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Thursday, February 6, 2020

Uber lost $8.5 billion in 2019, but it thinks it can get profitable by the end of 2020

Illustration by Alex Castro / The Verge

Uber reported its fourth quarter earnings on Thursday, in which it posted a net loss of $1.1 billion. It was not quite as much as the previous quarter, when it lost $1.2 billion, or as stunning as Q2, which saw Uber lose a jaw-dropping $5.2 billion in just three months.

Overall, Uber says it lost $8.5 billion in 2019 — a sign of just how steep Uber’s path to profitability will be. That said, the company says it thinks it can finally eke out a profit on an adjusted based at the end of 2020.

Of that Q4 loss of $1.1 billion, Uber says $243 million was due to stock-based compensation. The company brought in $4.1 billion in revenue over the three-month period ending in December. Gross bookings, or total customer payments to Uber before payments to drivers and other fees or discounts, grew to $18.1 billion, representing a 28 percent year-over-year growth.

Uber has been under pressure from investors to stem its enormous losses

Uber has been under pressure from investors to stem its enormous losses and show how it can start posting a profit. Uber and Lyft, which both went public this year, have set records for the amount of money lost in the run-up to their respective IPOs. And since going public, both companies have continued to lose money, raising questions about the long-term sustainability of app-based ride-hailing as a business. Uber had to lay off around 1,000 workers last year amid restructuring efforts.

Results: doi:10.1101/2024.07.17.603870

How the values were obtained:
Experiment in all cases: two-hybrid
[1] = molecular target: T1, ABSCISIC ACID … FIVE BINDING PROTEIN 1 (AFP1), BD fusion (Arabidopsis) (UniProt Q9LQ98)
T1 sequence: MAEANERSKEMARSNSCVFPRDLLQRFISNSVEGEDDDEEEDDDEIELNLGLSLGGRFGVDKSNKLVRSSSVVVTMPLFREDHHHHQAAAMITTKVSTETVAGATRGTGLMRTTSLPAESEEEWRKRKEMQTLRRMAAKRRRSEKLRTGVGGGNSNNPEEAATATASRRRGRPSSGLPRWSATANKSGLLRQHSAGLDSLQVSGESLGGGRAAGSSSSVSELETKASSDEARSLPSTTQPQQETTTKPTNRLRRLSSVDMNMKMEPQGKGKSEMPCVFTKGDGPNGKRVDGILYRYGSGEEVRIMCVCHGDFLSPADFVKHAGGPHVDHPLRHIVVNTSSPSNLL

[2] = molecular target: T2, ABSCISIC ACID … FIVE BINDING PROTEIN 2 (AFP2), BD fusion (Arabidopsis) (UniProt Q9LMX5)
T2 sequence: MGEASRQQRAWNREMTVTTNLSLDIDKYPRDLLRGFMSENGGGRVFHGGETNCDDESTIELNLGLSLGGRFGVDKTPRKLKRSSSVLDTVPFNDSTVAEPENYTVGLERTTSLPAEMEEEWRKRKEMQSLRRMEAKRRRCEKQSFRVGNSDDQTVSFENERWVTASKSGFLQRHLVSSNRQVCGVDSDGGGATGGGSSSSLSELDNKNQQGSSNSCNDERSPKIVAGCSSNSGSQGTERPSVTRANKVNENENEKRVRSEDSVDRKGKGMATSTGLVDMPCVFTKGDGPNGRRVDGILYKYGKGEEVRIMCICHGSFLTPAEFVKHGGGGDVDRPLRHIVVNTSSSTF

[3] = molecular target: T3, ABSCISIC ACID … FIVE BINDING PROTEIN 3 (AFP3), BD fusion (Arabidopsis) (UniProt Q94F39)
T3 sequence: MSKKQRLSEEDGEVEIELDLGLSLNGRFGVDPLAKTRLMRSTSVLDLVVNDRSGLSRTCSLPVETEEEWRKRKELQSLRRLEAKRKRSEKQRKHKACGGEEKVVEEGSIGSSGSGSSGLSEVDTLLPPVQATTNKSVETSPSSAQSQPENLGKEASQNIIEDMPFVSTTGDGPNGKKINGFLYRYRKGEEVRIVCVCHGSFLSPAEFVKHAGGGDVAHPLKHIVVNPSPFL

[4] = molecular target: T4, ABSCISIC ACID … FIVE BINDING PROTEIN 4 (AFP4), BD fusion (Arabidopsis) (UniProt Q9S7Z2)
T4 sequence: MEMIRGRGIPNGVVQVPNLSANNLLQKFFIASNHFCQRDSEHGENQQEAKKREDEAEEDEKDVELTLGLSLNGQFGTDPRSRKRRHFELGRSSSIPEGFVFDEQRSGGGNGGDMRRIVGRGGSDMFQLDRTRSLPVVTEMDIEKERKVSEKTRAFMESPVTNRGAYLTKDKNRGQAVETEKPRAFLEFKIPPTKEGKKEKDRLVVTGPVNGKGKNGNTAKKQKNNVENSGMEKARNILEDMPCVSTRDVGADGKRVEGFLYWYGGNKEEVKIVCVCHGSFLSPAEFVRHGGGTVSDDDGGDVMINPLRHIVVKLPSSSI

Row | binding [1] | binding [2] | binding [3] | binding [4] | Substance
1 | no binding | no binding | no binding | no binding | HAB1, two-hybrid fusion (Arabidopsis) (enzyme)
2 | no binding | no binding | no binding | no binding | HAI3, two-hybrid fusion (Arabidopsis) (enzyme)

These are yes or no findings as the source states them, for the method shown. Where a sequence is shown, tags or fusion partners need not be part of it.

The company is also facing enormous pressure from regulators. Uber is still struggling to comply with California’s groundbreaking new gig work law that makes it harder for the company to classify drivers as independent contractors. It also lost its license in London after regulators identified a “pattern of failures.”

Originally, Uber said it was targeting 2021 as its first profitable year. In a call with investors, Uber CEO Dara Khosrowshahi said he was challenging his employees to move the timeline for profitability up to the fourth quarter of 2020.

Original Article ©Copyrights theverge.com
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